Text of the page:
Pro to the question "Can Alternative Energy Effectively Replace Fossil Fuels?"
"[W]ind power is coming of age. In 2007, some 20,000 megawatts of wind were installed globally, enough to power 6 million homes. Sadly, most wind power manufacturers are no longer American, thanks to decades of funding cuts by conservatives. Still, new wind is poised to be a bigger contributor to U.S. (and global) electricity generation than new nuclear power in the coming decades. As I have written earlier, concentrated solar power could be an even bigger power source, and it can even share power lines with wind.
That means we can realistically envision an electric grid built around renewables: electricity with no greenhouse gas emissions, no fuel cost (and no future price volatility) and no radioactive waste."
Experts Individuals with PhDs, heads of government, members of state or federal legislative bodies, and individuals with graduate degrees and significant post-graduate involvement in alternative energy or fossil fuel issues. [Note: Experts definition varies by site.]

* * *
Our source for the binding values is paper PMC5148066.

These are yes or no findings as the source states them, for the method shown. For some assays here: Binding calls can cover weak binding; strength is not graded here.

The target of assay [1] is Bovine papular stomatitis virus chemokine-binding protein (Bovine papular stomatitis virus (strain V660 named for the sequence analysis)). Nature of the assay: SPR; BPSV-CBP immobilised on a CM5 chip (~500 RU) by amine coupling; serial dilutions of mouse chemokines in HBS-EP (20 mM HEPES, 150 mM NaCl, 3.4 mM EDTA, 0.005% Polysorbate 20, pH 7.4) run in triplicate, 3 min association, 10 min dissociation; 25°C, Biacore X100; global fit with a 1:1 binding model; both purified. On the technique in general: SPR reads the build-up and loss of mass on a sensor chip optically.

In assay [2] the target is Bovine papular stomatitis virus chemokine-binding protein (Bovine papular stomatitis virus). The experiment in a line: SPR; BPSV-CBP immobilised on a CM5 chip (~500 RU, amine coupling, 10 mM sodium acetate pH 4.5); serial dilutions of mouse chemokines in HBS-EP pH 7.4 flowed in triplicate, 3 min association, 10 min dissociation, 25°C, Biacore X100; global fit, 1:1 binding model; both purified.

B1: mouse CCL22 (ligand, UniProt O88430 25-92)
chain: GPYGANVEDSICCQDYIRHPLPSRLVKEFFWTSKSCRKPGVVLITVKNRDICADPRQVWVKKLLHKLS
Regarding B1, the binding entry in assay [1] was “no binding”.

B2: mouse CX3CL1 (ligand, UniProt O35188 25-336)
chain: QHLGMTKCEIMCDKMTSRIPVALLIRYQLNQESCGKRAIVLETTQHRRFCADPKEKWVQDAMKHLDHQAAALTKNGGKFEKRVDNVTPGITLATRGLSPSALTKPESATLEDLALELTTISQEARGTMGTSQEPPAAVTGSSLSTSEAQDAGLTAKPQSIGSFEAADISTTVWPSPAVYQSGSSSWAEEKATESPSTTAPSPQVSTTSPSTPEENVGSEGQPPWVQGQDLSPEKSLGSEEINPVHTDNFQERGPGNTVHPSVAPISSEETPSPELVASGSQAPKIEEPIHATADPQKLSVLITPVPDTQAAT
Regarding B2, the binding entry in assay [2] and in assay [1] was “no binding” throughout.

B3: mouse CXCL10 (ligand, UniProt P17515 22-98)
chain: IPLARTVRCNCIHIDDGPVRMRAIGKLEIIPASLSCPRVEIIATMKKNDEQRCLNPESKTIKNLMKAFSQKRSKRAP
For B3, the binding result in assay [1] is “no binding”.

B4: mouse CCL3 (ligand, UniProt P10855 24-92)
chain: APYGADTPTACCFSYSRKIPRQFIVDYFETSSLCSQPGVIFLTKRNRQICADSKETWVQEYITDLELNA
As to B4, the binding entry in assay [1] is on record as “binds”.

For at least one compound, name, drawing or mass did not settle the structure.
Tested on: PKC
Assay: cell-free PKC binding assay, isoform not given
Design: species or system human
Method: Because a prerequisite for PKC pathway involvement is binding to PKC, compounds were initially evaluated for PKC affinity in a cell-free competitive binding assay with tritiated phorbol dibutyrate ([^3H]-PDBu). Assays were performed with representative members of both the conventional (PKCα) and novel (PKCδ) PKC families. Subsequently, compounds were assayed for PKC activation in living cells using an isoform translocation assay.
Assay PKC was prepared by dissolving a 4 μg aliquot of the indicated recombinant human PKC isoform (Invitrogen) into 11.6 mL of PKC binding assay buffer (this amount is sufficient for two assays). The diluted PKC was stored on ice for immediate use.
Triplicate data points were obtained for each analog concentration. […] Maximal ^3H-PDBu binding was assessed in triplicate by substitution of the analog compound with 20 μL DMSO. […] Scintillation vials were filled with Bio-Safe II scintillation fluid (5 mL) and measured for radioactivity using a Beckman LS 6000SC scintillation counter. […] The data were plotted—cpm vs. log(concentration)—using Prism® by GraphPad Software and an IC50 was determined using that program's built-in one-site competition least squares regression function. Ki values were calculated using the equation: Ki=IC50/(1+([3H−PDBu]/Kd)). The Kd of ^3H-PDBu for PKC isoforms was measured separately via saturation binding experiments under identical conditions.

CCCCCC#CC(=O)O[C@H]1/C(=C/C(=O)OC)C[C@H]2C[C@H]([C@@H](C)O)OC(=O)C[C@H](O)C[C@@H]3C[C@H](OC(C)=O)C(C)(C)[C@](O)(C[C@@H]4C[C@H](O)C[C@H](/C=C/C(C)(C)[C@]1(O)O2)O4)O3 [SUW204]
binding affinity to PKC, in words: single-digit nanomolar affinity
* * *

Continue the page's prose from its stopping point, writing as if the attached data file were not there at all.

Involvement and Affiliations:
Senior Fellow, Center For American Progress
Executive Director, Center for Energy and Climate Solutions
Principal Investigator, National Science Foundation Project, Future Directions for Hydrogen Energy Research and Education
Principal, Capital E (consulting company)
Principal Deputy Assistant Secretary, US Department of Energy Office of Energy Efficiency and Renewable Energy, 1995-1998
Acting Assistant Secretary, US Department of Energy Office of Energy Efficiency and Renewable Energy, 1997
PhD, Physics, Massachusetts Institute of Technology (MIT)